g.addEdge('U','X', 1)

g.addEdge('P','Q', 5)
g.addEdge('U','V', 3)

g.addEdge('X','Q', 7)
g.addEdge('X','Y', 6)
g.addEdge('X','V', 8)

g.addEdge('Q','R', 2)
g.addEdge('Y','R', 1)

g.addEdge('Y','W', 3)
g.addEdge('V','W', 4)

g.addEdge('R','T', 6)
g.addEdge('W','T', 7) // 5 in chart, done so we have different paths

Graph.prototype.Dijkstra = function(nodeA, nodeB) {
  var dist = {}, unvisited = {}, min, tempDist, current, previous = {};

  for (node in this.adjacencyList) {
    unvisited[node] = true;
    previous[node] = undefined;
    node === nodeA ? dist[node] = 0 : dist[node] = Infinity;

  while(unvisited[nodeB]) {
    min = Infinity;
    current = Object.keys(unvisited).reduce(function(acc, node) {
      if (dist[node] < min) {
        acc = node;
        min = dist[node];
      return acc;
    }, undefined);

    delete unvisited[current];

    for (val of this.adjacencyList[current]) {
      if (unvisited[val.node]) {
        unvisited[val.node] = false;
        tempDist = dist[current] + this.adjacencyList[current][this.adjacencyList[current].indexOf(val)].weight
        if (tempDist < dist[val.node]) {
          previous[val.node] = current
          dist[val.node] = tempDist;

  function displayPath(previousPaths, node){
    var paths = [node];
      node = previousPaths[node]
    return paths;

  var path = displayPath(previous, nodeB)

  return [dist[nodeB], path];

g.Dijkstra('S','T') // [15, ["S","P","Q","R","T"]]


A star is an extention to Dijkstra's algorithm that includes an additional concept for more efficient pathfinding. This concept is called a heuristic, which we can simply define as a "best guess". Since Dijkstra's will focus on the closest vertex possible, that might not always be the most efficient place to start searching. Imagine that we are trying to figure out the optimal distance from one city to another.

Before you continue, watch this,and this excellent introduction to A*.

With A* we calcualte the cost between two nodes a bit differently and it is expressed by the following terms.

f-cost - the total cost (g-cost + h-cost)
g-cost - our distance cost (exactly the same as what we calculated with Dijkstra)
h-cost - our heuristic cost (an additional cost we add depending on how we calculate our heuristic)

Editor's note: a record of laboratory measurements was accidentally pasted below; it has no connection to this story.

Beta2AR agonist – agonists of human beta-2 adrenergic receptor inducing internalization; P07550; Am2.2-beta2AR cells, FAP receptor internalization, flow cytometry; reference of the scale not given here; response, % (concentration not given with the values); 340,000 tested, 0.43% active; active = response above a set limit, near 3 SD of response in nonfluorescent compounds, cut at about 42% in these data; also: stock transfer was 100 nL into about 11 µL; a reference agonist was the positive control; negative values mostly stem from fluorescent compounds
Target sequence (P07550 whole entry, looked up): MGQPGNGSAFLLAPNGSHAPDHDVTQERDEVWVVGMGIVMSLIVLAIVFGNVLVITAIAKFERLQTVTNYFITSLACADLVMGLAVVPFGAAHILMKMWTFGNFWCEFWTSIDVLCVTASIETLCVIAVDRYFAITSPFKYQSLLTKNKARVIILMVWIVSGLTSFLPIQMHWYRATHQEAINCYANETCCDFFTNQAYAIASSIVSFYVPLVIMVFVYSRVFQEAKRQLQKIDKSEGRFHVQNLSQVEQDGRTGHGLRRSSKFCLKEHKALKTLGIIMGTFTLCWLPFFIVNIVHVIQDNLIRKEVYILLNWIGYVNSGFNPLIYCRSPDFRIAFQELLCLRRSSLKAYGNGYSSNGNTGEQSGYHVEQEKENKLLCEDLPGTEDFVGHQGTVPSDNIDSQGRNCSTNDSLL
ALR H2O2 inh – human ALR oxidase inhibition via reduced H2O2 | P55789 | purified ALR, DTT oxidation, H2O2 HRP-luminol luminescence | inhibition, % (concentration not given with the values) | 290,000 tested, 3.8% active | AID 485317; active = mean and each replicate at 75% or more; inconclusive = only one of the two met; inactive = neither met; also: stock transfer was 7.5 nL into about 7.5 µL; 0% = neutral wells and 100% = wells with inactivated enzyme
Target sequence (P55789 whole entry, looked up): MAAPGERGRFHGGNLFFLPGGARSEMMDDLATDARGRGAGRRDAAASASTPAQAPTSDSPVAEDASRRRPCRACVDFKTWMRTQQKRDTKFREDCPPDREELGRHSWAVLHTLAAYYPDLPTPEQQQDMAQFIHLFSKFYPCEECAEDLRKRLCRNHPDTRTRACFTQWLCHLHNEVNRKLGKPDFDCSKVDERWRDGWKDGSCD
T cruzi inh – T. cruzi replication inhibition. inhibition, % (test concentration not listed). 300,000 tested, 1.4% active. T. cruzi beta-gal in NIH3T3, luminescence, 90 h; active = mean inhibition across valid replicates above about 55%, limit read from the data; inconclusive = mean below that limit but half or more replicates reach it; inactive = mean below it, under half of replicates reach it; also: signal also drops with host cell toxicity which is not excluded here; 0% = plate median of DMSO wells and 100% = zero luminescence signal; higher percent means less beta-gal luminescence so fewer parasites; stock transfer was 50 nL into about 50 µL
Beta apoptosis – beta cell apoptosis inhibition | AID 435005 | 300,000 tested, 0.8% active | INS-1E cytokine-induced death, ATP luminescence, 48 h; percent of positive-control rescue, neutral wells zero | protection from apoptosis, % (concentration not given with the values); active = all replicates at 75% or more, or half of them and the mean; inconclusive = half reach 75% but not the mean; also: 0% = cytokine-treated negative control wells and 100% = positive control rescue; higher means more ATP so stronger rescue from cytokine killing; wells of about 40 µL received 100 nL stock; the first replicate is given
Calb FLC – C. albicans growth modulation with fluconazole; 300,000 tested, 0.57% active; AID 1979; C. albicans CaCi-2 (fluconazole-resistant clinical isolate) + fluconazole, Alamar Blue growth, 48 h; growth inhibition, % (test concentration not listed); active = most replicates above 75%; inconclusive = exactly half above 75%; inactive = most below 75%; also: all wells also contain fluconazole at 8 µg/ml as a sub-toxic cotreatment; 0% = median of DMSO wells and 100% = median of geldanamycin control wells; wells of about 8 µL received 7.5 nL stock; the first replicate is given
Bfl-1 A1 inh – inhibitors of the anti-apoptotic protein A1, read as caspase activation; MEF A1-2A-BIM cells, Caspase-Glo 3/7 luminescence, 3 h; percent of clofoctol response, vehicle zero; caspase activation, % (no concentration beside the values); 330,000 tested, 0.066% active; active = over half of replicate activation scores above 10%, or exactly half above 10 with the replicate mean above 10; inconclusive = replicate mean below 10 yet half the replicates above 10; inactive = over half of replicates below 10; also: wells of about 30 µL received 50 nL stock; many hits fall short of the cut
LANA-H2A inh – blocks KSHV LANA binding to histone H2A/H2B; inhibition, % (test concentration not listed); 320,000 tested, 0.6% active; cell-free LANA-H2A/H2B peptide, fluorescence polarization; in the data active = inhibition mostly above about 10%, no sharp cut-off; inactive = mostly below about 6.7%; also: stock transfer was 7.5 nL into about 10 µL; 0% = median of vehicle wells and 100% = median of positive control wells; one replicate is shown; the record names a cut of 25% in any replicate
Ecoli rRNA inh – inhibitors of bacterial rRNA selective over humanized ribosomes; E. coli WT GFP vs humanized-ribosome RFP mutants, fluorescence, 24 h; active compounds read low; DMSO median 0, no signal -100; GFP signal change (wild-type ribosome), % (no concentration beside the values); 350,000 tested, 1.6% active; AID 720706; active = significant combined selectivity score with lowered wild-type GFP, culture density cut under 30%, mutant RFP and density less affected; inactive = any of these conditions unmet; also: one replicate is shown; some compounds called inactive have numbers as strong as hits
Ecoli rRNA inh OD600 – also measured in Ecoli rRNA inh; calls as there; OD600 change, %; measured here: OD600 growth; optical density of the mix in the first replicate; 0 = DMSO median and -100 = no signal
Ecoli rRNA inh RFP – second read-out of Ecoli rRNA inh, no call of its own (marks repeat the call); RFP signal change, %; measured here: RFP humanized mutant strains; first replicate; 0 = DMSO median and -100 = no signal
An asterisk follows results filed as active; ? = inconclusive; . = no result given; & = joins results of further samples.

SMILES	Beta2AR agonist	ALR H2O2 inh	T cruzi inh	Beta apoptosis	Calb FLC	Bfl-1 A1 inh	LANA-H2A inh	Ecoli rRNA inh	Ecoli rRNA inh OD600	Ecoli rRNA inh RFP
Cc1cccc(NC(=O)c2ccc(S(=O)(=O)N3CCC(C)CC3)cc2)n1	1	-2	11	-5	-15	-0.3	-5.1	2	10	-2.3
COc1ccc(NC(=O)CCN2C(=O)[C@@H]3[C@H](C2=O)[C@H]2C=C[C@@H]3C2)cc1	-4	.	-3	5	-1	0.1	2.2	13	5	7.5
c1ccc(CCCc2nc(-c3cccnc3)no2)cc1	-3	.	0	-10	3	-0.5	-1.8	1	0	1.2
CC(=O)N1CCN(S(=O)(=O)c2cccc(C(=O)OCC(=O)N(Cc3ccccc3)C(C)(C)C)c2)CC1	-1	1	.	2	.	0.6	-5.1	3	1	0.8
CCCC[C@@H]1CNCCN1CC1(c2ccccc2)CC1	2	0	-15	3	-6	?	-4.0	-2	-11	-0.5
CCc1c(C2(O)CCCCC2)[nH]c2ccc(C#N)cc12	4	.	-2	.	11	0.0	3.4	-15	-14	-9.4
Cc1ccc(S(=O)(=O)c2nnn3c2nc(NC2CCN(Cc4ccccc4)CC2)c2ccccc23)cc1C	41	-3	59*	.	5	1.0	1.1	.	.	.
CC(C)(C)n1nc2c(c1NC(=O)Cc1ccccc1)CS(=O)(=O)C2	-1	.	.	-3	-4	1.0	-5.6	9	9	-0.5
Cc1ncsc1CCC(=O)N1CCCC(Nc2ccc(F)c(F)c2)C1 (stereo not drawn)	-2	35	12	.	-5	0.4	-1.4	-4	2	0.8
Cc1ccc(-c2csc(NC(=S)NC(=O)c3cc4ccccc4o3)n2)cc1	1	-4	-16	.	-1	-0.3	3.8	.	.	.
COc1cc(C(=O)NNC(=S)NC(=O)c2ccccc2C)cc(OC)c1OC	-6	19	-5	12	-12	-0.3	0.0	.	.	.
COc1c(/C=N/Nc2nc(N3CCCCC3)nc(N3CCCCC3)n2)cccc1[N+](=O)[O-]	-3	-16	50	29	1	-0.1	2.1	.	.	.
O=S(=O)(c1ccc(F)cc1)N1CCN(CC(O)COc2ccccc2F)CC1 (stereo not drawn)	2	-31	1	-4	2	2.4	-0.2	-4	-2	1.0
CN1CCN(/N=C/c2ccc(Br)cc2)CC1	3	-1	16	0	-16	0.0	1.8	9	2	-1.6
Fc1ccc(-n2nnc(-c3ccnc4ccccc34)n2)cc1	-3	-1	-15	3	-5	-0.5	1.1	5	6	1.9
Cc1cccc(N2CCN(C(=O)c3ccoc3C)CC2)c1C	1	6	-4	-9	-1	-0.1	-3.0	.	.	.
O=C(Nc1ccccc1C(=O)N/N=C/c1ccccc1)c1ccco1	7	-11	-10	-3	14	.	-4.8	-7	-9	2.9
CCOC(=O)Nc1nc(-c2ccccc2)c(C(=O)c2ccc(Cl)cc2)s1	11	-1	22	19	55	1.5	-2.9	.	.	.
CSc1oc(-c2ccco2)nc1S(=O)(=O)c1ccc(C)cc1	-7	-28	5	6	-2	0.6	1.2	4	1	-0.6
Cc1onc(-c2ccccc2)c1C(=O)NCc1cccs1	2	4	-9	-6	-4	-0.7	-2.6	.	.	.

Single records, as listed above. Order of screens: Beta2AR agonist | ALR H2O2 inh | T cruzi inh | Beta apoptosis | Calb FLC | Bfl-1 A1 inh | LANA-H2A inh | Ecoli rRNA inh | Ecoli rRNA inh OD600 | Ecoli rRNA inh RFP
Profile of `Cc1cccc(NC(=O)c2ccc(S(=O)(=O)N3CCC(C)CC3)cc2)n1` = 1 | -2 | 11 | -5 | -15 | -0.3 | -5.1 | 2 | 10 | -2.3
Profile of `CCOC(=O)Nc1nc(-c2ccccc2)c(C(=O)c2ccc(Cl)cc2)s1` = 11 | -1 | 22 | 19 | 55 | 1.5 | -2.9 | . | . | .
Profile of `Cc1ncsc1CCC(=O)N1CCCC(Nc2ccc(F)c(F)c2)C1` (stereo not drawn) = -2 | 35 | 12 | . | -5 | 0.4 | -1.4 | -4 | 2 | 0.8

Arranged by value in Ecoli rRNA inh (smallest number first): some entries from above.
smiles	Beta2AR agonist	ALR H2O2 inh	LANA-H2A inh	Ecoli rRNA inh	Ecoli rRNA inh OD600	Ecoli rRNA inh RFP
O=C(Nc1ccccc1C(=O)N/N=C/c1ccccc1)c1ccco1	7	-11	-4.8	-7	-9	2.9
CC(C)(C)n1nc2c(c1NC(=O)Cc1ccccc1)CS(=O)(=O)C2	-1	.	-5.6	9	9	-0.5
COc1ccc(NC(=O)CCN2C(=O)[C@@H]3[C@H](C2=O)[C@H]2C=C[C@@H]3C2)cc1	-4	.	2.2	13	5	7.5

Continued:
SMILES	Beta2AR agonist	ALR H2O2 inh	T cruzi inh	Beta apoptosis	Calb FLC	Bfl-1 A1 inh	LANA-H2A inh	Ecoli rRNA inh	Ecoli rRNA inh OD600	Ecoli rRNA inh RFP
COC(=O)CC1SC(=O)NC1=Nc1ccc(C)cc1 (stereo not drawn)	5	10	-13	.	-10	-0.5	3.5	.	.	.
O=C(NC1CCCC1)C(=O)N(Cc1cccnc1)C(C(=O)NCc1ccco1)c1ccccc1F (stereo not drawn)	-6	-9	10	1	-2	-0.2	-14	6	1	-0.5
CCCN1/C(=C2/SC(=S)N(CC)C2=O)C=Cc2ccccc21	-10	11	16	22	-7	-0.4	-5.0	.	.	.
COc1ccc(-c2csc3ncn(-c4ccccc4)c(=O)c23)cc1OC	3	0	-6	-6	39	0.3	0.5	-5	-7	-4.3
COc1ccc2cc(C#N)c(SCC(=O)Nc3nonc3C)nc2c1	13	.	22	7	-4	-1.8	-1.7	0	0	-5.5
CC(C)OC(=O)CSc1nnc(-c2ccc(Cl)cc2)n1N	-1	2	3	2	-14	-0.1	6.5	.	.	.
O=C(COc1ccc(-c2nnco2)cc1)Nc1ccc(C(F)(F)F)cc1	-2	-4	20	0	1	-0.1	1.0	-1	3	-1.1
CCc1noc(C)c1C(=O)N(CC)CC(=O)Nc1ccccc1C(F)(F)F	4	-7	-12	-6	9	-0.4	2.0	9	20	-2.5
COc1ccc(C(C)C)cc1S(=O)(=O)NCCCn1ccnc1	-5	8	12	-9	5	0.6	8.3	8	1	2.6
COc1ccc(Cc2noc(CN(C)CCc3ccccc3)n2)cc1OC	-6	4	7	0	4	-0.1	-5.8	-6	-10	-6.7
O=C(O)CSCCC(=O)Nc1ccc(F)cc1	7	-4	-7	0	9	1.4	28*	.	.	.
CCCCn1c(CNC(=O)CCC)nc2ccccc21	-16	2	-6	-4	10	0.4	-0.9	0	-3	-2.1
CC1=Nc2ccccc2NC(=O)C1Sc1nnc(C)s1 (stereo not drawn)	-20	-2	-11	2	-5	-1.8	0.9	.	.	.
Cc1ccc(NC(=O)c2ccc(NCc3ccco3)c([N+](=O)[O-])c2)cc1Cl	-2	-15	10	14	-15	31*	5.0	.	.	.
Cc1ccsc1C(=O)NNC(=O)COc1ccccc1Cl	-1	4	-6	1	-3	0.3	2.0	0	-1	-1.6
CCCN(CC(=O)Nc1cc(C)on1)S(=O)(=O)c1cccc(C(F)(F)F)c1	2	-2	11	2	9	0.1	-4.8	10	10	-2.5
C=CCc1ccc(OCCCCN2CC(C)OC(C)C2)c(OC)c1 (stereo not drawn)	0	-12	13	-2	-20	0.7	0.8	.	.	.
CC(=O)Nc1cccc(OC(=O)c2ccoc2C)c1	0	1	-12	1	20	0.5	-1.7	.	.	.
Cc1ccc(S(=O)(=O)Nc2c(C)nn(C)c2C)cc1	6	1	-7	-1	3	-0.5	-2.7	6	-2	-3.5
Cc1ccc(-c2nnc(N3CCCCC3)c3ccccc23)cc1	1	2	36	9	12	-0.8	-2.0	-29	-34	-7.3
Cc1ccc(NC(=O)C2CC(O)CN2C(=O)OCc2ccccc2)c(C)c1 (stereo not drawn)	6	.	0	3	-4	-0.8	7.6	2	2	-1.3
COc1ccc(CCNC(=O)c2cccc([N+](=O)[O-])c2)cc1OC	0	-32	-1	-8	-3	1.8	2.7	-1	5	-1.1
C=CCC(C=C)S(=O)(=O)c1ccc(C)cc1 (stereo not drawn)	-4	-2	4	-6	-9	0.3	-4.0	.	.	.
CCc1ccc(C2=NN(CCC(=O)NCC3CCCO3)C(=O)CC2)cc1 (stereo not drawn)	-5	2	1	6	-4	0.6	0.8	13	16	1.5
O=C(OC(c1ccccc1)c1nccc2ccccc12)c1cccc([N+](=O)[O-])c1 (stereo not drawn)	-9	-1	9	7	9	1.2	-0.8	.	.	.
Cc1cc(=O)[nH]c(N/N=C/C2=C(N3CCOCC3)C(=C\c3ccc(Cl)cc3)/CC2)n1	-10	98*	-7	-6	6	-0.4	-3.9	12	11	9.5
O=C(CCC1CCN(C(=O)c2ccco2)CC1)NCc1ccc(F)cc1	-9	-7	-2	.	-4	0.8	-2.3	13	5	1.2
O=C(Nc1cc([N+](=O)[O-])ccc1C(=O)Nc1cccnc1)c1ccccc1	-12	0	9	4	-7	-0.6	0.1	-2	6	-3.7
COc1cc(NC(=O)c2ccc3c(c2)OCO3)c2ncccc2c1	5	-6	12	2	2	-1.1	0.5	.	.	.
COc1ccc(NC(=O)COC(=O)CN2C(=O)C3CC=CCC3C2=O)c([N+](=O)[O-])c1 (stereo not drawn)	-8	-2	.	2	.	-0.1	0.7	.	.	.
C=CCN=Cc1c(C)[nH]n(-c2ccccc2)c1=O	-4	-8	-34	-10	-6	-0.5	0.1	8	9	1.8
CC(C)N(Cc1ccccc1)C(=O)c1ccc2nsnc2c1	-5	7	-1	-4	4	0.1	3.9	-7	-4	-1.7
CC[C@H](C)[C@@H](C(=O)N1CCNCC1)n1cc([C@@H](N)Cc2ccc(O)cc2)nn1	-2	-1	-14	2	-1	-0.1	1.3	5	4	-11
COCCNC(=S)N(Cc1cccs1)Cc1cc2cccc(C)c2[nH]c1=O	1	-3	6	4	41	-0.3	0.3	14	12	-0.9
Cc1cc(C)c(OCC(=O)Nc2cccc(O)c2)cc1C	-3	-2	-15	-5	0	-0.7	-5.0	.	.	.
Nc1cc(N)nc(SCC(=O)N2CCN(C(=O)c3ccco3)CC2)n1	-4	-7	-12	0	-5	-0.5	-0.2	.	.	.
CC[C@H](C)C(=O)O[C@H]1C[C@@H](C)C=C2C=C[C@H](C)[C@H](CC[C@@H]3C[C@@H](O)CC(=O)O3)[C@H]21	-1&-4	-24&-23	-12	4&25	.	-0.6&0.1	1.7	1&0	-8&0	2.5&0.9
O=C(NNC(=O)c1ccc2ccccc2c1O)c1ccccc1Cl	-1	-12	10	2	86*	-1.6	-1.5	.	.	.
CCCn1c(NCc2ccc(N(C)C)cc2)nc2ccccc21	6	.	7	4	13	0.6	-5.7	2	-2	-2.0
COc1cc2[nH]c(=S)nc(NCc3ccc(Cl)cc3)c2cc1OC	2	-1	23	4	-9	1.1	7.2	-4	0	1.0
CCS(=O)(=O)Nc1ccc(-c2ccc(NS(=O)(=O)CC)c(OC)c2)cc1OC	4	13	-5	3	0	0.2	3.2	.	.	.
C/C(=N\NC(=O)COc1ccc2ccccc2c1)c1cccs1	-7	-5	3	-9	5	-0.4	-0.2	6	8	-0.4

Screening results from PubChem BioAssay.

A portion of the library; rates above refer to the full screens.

This expression is represented as: f(x) = g(x) + h(x). This means that when we figure out the order of nodes to place in our priority queue, we factor in an additional cost based on a heuristic. So where does this heuristic come from? Simply put, we have to make one up! Fortunately, there are quite a few common heuristics that are used frequently with pathfinding and A*. These two heuristics are the Manhattan Distance (or Taxi Cab Distance) and Euclidian Distance

Manhattan Distance - The Manhattan Distance is the distance between two points measured along axes at right angles. The name alludes to the grid layout of the streets of Manhattan, which causes the shortest path a car could take between two points in the city. You can read more about it here

Euclidian Distance - The Euclidean distance or Euclidean metric is the "ordinary" (i.e. straight-line) distance between two points in Euclidean space. You can read more about it here.

You can think of Euclidian as a straight line between point A and B and Manhattan as a series of right angles (forming a zig-zag). You can read some more about the differences here and here.

For our implementation of A* we will be using the Manhattan Distance, but each heuristic comes with its advantages and disadvantages.

With A* we also keep track of the optimal parent of each node and as the g-cost changes for each node we move to, we may need to "re-parent" the node. You can see this in action here

You can read more about A* here

When you're ready, move on to Graphs Exercises